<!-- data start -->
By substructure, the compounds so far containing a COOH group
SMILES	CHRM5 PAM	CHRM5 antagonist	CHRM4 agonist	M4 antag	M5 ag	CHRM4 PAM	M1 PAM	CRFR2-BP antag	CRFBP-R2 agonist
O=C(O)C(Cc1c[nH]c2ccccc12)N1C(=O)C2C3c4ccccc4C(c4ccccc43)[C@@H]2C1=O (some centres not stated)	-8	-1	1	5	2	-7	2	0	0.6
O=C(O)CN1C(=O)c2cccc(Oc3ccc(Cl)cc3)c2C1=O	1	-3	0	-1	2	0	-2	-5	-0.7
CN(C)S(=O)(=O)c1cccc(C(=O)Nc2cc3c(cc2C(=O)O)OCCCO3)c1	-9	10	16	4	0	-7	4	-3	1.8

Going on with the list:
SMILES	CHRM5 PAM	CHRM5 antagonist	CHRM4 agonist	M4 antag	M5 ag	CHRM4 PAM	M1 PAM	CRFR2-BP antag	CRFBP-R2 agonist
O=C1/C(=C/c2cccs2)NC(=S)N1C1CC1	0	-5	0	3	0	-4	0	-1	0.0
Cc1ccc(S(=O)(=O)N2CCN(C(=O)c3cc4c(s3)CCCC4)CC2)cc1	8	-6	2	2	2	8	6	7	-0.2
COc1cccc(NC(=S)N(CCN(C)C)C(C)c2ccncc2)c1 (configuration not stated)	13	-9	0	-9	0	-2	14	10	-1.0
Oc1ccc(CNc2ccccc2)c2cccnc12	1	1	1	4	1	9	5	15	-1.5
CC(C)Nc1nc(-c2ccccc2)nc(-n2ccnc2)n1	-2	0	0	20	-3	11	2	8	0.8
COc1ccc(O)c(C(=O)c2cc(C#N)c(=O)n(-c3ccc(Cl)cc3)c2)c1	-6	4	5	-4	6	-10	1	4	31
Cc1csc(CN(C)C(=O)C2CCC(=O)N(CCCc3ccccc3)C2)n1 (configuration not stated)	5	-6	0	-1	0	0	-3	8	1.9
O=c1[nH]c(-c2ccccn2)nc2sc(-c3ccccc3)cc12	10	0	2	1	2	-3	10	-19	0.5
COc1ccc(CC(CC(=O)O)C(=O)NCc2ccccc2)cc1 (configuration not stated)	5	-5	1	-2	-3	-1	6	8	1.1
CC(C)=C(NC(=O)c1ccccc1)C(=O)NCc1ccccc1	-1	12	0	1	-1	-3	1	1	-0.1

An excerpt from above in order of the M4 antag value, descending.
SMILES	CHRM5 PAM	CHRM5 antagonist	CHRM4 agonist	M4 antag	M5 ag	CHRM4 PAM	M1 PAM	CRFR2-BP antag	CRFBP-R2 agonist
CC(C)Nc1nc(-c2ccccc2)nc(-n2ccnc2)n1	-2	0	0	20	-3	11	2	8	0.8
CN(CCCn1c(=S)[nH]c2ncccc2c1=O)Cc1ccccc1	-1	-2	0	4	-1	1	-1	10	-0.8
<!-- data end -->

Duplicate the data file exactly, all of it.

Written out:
By substructure, the compounds so far containing a COOH group
SMILES	CHRM5 PAM	CHRM5 antagonist	CHRM4 agonist	M4 antag	M5 ag	CHRM4 PAM	M1 PAM	CRFR2-BP antag	CRFBP-R2 agonist
O=C(O)C(Cc1c[nH]c2ccccc12)N1C(=O)C2C3c4ccccc4C(c4ccccc43)[C@@H]2C1=O (some centres not stated)	-8	-1	1	5	2	-7	2	0	0.6
O=C(O)CN1C(=O)c2cccc(Oc3ccc(Cl)cc3)c2C1=O	1	-3	0	-1	2	0	-2	-5	-0.7
CN(C)S(=O)(=O)c1cccc(C(=O)Nc2cc3c(cc2C(=O)O)OCCCO3)c1	-9	10	16	4	0	-7	4	-3	1.8

Going on with the list:
SMILES	CHRM5 PAM	CHRM5 antagonist	CHRM4 agonist	M4 antag	M5 ag	CHRM4 PAM	M1 PAM	CRFR2-BP antag	CRFBP-R2 agonist
O=C1/C(=C/c2cccs2)NC(=S)N1C1CC1	0	-5	0	3	0	-4	0	-1	0.0
Cc1ccc(S(=O)(=O)N2CCN(C(=O)c3cc4c(s3)CCCC4)CC2)cc1	8	-6	2	2	2	8	6	7	-0.2
COc1cccc(NC(=S)N(CCN(C)C)C(C)c2ccncc2)c1 (configuration not stated)	13	-9	0	-9	0	-2	14	10	-1.0
Oc1ccc(CNc2ccccc2)c2cccnc12	1	1	1	4	1	9	5	15	-1.5
CC(C)Nc1nc(-c2ccccc2)nc(-n2ccnc2)n1	-2	0	0	20	-3	11	2	8	0.8
COc1ccc(O)c(C(=O)c2cc(C#N)c(=O)n(-c3ccc(Cl)cc3)c2)c1	-6	4	5	-4	6	-10	1	4	31
Cc1csc(CN(C)C(=O)C2CCC(=O)N(CCCc3ccccc3)C2)n1 (configuration not stated)	5	-6	0	-1	0	0	-3	8	1.9
O=c1[nH]c(-c2ccccn2)nc2sc(-c3ccccc3)cc12	10	0	2	1	2	-3	10	-19	0.5
COc1ccc(CC(CC(=O)O)C(=O)NCc2ccccc2)cc1 (configuration not stated)	5	-5	1	-2	-3	-1	6	8	1.1
CC(C)=C(NC(=O)c1ccccc1)C(=O)NCc1ccccc1	-1	12	0	1	-1	-3	1	1	-0.1

An excerpt from above in order of the M4 antag value, descending.
SMILES	CHRM5 PAM	CHRM5 antagonist	CHRM4 agonist	M4 antag	M5 ag	CHRM4 PAM	M1 PAM	CRFR2-BP antag	CRFBP-R2 agonist
CC(C)Nc1nc(-c2ccccc2)nc(-n2ccnc2)n1	-2	0	0	20	-3	11	2	8	0.8
CN(CCCn1c(=S)[nH]c2ncccc2c1=O)Cc1ccccc1	-1	-2	0	4	-1	1	-1	10	-0.8